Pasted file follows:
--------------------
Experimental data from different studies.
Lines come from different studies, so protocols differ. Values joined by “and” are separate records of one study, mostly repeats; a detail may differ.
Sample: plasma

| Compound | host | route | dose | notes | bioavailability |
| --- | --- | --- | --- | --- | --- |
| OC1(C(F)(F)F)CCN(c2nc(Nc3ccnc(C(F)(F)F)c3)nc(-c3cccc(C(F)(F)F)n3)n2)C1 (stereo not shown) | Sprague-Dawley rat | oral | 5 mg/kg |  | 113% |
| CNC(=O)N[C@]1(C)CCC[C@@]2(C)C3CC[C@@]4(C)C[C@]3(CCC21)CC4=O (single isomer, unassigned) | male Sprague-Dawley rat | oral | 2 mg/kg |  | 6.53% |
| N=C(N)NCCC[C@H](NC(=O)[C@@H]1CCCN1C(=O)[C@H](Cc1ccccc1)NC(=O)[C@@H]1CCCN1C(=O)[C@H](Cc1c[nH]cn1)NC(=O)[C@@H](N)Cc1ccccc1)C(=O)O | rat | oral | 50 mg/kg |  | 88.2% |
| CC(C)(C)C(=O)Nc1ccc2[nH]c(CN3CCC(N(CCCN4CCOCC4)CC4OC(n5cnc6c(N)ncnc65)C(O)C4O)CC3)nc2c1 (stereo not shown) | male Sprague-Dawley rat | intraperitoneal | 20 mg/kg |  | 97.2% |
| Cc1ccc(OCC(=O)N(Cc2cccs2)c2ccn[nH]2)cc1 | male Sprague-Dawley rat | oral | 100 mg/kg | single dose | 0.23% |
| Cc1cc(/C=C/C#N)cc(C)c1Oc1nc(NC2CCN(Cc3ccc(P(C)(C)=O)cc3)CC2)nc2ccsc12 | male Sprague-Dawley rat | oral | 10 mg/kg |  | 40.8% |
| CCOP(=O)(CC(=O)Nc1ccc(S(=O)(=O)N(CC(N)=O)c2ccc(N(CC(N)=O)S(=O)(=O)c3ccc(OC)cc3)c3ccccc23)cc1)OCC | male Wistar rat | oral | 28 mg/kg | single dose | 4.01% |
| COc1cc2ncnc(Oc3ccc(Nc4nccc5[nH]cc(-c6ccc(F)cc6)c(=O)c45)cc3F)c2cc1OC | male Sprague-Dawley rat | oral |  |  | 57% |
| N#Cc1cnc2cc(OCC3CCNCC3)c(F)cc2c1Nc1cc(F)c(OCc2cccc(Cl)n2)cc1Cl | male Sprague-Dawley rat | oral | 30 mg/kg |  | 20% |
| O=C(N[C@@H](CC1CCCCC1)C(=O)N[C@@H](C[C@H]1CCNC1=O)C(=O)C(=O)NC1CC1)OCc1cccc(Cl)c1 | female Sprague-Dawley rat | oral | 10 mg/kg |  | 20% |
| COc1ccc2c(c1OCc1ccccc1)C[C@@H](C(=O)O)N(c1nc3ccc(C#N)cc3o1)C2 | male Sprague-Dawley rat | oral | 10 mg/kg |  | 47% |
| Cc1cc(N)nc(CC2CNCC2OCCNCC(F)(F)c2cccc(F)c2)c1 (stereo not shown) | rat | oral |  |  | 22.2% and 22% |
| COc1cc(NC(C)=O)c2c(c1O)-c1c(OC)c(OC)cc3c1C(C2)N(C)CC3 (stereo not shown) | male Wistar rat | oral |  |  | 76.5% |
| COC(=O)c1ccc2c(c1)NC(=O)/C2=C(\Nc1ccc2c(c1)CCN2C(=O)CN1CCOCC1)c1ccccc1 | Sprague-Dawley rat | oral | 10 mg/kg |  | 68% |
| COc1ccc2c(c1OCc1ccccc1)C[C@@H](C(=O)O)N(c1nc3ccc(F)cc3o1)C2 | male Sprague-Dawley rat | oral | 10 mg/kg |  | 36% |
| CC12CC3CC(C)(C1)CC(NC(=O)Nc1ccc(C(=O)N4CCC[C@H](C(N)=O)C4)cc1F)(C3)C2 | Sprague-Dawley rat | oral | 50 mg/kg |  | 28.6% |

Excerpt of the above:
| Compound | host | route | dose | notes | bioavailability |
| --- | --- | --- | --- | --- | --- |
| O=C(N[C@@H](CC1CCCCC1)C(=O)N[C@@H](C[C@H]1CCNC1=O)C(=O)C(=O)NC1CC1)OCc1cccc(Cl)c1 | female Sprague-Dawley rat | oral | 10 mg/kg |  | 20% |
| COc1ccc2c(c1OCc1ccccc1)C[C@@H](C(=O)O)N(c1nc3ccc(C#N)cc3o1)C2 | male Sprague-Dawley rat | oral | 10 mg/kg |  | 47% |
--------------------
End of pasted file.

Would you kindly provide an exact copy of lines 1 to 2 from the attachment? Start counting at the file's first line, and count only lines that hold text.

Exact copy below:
Experimental data from different studies.
Lines come from different studies, so protocols differ. Values joined by “and” are separate records of one study, mostly repeats; a detail may differ.